The Purpose and Performance of Our Tax System

What is the purpose of our democratic society’s tax system?  It’s very different from, say, Louis the Sun King’s France.  His Minister of Finance defined taxation as:  “plucking the goose to obtain the largest possible amount of feathers with the smallest possible amount of hissing”.   We only want to collect enough, not as much as possible.  How well does our system perform?  We have better measures than hissing:

  • Effectiveness – % of government activities it funds – is it enough?
  • Overhead – % of what is collected the process costs
  • Fairness – % of the population considering it fair
  • Clarity – extent to which the population understands what the taxes pay for

Effectiveness has two aspects.  First, a perfect tax system would, not every quarter or year, but over the long haul, fully fund our government’s activities.  By this measure, our current system is an abject failure.  The problem is not so much that the gap widens during economic downturns, e.g., lower collections and higher spending post-2007, but that what’s collected is almost always significantly lower than what’s spent.  I’ll comment below (see clarity) on why that is so.  At this point we only need acknowledge that our current tax system is seriously ineffective.


The other aspect of effectiveness is what % is collected of the amount the system intends to collect, i.e., how much is illegally evaded.  This 2011 study by the Federal Reserve Bank says: “18-19% of total reportable income is not properly reported to the IRS, giving rise to a “tax gap” approaching $500 billion dollars”.   It is estimated that around $3T of income tax was evaded from 2001-2010.

Overhead means the cost of collecting.  By this measure, too, our system gets a failing grade.  This report, using IRS data, estimates it at 30% for the income tax system.  Local property taxes, for example, have lower overhead.  Embedded point of purchase taxes, e.g., on gasoline, have about 5% overhead.  I haven’t tried to estimate overhead for our overall system.  It would be good to get it a lot closer to 5% and have it cause less hissing.

Measuring fairness is a challenge.  How to define it?  The dictionary definition is simple, “a proper balance of conflicting interests” or “showing no more favor to one side than another” but it is not so obvious how to measure that in a tax system.  Since we are a democracy, the best way is what % of the people considers it fair.   From a recently published 131 page compendium of survey results I selected some of the most illuminating ones about fairness and clarity.

How many of us consider the current system fair?  See below.  A little under half (3% + 40%) and mostly only moderately fair.  A quarter (24%) considers it not at all fair.  Three of five, however, (59%) regard what they personally must pay as fair.  Perhaps they are the same 56% who consider that middle-income people pay their fair share?  Many more, however, (68%) feel the system benefits the rich and three of five (60%) want those who earn more than $1M a year to pay a minimum of 30% in taxes.  Two of five (40%) consider that lower income people pay too much.  Maybe they are lower income?  Fully two thirds (66%) believe everyone should pay some tax although that question is somewhat loaded.  Almost two thirds (64%) think corporations pay too little tax.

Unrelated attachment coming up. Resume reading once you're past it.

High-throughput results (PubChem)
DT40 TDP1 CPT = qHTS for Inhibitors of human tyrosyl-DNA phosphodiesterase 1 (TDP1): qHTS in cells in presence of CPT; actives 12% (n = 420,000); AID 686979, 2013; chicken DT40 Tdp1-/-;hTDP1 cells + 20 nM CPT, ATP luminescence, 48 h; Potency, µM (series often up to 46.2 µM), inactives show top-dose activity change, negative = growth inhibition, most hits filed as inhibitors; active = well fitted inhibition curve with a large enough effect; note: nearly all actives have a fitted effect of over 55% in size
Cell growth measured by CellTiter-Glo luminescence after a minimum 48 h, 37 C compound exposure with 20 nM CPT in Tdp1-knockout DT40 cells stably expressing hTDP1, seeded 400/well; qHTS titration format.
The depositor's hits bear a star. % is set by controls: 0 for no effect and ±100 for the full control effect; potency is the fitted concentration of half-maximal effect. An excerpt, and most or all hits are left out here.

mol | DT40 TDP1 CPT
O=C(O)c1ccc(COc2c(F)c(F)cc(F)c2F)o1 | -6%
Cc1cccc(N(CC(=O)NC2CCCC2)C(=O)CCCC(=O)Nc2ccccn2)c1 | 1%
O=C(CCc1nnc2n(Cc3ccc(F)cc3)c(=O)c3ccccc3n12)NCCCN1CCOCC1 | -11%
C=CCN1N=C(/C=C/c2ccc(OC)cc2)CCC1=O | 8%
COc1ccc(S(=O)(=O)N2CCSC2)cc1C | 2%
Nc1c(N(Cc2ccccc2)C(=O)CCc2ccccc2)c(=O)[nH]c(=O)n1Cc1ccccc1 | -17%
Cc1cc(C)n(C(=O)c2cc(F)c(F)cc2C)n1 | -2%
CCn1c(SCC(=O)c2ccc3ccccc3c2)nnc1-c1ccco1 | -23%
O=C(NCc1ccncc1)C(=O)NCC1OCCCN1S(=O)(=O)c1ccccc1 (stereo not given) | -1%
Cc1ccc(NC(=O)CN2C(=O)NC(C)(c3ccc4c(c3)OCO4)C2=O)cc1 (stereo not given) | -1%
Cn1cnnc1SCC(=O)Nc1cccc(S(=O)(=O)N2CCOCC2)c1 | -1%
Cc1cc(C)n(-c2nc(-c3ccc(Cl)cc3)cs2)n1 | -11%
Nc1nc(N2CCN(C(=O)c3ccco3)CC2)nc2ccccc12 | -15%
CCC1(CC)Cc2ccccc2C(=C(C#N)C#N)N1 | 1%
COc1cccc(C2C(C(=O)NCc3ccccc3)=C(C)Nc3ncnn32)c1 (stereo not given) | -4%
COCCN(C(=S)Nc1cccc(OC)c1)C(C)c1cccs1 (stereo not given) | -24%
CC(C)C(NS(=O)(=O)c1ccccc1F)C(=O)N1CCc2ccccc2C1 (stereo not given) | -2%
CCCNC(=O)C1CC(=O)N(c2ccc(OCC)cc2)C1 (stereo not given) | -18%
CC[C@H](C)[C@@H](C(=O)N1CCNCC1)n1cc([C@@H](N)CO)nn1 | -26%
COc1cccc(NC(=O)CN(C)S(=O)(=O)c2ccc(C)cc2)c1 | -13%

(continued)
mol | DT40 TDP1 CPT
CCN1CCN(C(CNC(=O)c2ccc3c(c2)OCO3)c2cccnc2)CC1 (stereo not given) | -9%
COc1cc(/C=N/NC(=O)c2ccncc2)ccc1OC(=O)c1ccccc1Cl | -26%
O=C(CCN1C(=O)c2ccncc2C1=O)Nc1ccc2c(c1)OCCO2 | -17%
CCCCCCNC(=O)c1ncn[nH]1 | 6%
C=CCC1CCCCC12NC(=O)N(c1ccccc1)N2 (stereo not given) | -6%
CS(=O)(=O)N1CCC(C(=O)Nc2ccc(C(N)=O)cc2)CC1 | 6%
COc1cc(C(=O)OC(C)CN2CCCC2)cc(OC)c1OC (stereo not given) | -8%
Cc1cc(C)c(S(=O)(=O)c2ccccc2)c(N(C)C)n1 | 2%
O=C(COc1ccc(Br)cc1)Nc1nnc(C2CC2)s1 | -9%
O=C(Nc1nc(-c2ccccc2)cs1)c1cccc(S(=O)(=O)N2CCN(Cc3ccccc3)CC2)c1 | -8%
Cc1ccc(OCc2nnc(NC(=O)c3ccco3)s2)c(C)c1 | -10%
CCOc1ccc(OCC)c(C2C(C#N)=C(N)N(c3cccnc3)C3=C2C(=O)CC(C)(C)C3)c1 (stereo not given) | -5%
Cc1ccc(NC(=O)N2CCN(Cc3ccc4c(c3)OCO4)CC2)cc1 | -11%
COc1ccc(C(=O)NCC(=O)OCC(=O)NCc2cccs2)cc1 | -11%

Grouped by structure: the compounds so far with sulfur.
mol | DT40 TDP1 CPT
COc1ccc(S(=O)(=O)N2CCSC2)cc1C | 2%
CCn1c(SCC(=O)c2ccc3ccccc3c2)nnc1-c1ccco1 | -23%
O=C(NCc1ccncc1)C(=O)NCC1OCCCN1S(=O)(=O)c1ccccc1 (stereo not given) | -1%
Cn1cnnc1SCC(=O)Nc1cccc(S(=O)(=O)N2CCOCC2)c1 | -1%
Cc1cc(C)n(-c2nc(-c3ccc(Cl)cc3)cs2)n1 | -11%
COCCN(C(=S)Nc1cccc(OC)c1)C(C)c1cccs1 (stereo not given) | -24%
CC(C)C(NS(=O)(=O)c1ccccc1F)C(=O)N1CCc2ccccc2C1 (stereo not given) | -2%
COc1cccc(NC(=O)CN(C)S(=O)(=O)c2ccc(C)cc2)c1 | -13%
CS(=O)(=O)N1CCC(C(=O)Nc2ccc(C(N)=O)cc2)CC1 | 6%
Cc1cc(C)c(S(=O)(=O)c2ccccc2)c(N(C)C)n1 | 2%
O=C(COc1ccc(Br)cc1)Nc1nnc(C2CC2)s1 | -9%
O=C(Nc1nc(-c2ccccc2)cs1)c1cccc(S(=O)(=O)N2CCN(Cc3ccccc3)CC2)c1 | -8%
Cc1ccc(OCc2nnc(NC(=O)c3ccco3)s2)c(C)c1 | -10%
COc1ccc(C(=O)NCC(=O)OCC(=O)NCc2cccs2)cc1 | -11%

• Would you say that our [federal] tax system is very fair, moderately fair, not too fair or not fair at all? (p. 20, Dec. 2011 Pew) Very fair – 3%,  Moderately fair – 40%, Not too fair – 31%, Not fair at all – 24%)
  • Do you regard the income tax which you will have to pay this year as fair? (p. 23, Apr. 2012 Gallup) Yes – 59%, No – 37%
  • Do you feel the present tax system benefits the rich? (p. 25, Apr. 2012 CNN/ORC) Yes – 68%, No – 29%
  • Are middle-income people paying their fair share in federal taxes, too much or too little? (p. 26, Apr. 2012 Gallup) Too much – 36%, Fair share – 56%, Too little – 6%
  • Are lower-income people paying their fair share in federal taxes, too much or too little? (p. 27, Apr. 2012 Gallup) Too much – 40%, Fair share – 33%, Too little – 24%
  • Are corporations paying their fair share in federal taxes, too much or too little? (p. 27, Apr. 2012 Gallup) Too much – 11%, Fair share – 21%, Too little – 64%
  • Would you favor requiring households earning $1 million a year or more to pay a minimum of 30% of their income in taxes? (p. 31, Apr. 2012 Gallup) Support – 60%, Oppose – 37%
  • [Should] everyone pay some minimum amount of tax to help fund government? (p. 20, Feb. 2009 Harris/Tax Foundation) Should – 66%, Current system is fair – 19%, Not sure – 15%

So, our current tax system is perceived to be less fair than we want.  Another way to look at it is in terms of results.  The tax system takes money from people at different rates and redistributes some of it to others depending on relative circumstances.  How fairly do we think it does that?   Almost three of five (57%) feel money and wealth should be more evenly distributed.  Opinions are, however, equally divided (47% to 49%) on whether the government should redistribute it by heavy taxes on the rich.

  • Do you feel that the distribution of money and wealth in this country today is fair? (p. 33, Apr. 2011 Gallup) Fair – 35%, Should be more evenly distributed – 57%
  • Do you think that our government should or should not redistribute wealth by heavy taxes on the rich? (p. 33, Apr. 2011 Gallup) Should – 47%, Should not – 49%

Another perspective is, are we paying the right amount of tax relative to government spending?  Half of us (47%) think we pay too much tax and half (47%) think what we pay is about right.   But twice as many (61% to 26%) want to pay less, two thirds (67%) are against raising taxes and almost as many (61%) are unwilling to pay more.  How to reconcile the desire to pay less with closing the government’s deficit?  Three of five (61%) believe the deficit can be cut substantially without raising taxes and more than half (53%) favors balancing the budget by cutting spending.